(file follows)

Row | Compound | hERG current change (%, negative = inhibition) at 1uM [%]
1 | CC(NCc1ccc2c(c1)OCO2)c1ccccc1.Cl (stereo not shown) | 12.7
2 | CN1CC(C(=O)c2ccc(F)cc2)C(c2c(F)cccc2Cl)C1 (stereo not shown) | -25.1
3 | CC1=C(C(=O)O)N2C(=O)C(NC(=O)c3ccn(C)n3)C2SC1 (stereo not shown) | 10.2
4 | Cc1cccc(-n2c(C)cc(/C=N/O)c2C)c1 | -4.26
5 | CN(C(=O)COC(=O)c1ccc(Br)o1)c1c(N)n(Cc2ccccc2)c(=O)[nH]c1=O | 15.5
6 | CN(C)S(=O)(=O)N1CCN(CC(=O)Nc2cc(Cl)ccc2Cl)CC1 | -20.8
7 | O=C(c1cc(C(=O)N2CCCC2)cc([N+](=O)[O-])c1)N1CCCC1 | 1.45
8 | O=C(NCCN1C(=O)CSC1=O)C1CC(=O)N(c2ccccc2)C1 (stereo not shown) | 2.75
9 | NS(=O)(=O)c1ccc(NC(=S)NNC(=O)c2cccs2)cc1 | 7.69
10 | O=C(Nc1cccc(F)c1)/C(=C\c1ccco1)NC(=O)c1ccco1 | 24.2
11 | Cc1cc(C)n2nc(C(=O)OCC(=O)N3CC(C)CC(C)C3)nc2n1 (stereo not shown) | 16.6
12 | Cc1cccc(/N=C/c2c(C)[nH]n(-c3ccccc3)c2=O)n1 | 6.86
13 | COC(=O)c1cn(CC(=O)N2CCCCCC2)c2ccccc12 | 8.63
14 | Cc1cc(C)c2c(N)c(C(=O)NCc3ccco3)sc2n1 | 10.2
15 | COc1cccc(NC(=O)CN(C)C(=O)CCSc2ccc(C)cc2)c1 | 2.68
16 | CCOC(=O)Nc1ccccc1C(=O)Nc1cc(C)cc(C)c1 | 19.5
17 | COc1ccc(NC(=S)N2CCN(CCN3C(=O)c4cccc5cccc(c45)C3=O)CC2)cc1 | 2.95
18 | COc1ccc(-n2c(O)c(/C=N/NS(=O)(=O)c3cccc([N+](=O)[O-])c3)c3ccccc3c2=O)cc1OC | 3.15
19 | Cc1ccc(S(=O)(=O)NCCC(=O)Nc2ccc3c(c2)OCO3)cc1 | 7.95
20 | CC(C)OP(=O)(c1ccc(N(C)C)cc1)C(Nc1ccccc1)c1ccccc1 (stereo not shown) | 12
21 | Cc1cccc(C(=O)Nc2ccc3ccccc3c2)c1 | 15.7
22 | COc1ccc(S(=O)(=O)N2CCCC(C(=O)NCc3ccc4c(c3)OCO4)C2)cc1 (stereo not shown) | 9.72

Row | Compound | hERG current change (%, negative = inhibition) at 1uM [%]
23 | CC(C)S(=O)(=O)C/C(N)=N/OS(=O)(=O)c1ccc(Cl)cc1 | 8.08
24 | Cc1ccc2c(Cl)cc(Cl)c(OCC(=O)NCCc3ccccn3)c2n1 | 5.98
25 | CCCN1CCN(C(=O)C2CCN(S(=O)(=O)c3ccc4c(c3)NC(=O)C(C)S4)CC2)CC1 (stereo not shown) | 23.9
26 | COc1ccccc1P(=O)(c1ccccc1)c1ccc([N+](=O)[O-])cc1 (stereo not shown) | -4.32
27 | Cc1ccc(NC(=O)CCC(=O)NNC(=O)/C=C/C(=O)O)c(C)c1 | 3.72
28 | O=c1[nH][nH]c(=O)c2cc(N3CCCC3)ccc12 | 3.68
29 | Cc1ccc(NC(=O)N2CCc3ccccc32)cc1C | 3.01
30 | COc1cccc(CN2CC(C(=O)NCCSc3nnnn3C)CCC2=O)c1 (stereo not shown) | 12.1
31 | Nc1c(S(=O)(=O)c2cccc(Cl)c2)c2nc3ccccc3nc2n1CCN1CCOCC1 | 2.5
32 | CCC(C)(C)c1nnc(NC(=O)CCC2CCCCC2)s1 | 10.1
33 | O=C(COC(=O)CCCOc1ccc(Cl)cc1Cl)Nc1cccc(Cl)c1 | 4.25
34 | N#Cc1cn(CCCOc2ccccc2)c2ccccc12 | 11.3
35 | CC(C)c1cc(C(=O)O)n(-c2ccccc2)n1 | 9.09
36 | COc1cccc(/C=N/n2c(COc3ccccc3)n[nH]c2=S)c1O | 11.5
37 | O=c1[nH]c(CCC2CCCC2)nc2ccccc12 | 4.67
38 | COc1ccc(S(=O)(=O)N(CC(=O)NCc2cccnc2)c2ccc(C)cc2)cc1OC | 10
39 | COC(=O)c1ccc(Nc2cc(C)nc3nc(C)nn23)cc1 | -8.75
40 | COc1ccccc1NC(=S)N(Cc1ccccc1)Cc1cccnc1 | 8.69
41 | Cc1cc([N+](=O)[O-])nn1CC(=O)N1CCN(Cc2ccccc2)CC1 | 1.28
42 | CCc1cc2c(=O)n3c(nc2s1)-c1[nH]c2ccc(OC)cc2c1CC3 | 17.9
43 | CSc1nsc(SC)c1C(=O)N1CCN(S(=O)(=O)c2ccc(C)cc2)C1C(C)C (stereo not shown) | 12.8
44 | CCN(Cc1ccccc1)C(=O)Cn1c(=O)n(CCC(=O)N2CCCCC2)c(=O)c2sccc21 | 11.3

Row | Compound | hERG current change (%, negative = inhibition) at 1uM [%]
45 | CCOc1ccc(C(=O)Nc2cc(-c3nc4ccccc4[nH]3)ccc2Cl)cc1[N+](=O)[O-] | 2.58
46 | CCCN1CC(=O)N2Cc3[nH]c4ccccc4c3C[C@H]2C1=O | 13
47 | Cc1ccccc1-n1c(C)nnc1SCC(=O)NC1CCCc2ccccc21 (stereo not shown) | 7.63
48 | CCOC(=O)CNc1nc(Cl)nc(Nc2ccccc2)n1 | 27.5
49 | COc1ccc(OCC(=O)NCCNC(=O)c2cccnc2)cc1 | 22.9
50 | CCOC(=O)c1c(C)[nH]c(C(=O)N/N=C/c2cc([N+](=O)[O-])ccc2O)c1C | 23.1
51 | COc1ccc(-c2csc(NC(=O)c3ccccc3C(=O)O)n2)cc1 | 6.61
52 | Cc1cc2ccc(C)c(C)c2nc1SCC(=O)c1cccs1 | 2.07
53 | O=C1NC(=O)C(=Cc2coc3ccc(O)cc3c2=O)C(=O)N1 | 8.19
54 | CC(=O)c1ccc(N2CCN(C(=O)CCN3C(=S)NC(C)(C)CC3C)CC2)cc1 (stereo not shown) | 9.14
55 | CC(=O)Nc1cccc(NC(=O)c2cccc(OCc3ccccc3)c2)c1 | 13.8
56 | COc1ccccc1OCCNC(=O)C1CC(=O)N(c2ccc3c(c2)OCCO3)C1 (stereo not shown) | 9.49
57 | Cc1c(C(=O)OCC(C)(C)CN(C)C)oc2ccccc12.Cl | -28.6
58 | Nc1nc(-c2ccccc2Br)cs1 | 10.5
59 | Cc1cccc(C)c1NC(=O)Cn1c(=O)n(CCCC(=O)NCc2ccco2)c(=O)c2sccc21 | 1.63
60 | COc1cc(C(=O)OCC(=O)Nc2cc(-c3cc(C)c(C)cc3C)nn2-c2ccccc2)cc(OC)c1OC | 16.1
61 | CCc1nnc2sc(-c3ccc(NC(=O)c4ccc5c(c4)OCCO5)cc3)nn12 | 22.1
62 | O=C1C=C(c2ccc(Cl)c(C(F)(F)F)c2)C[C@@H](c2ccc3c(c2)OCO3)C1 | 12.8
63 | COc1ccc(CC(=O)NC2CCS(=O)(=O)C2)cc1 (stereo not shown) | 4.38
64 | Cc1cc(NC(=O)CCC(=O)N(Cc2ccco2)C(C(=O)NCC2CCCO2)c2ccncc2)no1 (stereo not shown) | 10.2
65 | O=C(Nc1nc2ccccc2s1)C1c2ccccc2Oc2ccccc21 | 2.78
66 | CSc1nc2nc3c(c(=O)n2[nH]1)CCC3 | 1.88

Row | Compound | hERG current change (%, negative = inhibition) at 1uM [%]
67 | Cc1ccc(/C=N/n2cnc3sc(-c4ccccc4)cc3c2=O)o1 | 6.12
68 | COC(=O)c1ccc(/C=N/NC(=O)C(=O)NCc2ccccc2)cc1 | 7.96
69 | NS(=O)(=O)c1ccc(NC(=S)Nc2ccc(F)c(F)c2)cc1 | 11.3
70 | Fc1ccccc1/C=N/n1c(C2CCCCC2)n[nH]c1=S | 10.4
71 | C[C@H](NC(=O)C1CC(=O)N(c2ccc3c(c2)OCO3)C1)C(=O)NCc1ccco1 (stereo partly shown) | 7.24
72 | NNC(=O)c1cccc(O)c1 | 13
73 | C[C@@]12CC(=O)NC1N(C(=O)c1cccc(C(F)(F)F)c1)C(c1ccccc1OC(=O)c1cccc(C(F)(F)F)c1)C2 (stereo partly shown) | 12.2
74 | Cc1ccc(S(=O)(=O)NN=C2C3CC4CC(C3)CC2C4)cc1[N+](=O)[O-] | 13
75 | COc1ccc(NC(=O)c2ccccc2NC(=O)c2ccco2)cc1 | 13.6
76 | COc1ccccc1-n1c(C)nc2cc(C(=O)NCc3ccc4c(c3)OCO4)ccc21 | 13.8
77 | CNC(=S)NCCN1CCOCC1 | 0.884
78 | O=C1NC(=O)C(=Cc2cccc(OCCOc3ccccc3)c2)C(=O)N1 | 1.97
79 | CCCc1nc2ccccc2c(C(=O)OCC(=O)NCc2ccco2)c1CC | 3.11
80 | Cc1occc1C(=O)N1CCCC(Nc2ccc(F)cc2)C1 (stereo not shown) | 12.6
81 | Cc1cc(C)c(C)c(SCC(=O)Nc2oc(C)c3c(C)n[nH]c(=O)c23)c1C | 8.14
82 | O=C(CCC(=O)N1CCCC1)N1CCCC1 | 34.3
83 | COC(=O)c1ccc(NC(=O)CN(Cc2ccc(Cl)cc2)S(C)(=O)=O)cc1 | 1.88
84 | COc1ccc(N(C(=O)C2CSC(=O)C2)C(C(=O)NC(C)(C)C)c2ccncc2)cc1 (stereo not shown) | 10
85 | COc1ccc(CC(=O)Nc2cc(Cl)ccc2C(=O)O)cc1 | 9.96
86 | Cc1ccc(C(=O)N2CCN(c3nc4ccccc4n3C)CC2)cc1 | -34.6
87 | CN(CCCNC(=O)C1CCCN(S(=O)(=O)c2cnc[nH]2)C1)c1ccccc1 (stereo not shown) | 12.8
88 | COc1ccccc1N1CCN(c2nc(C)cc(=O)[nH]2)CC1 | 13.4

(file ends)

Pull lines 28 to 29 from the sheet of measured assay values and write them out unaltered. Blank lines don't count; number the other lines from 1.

26 | COc1ccccc1P(=O)(c1ccccc1)c1ccc([N+](=O)[O-])cc1 (stereo not shown) | -4.32
27 | Cc1ccc(NC(=O)CCC(=O)NNC(=O)/C=C/C(=O)O)c(C)c1 | 3.72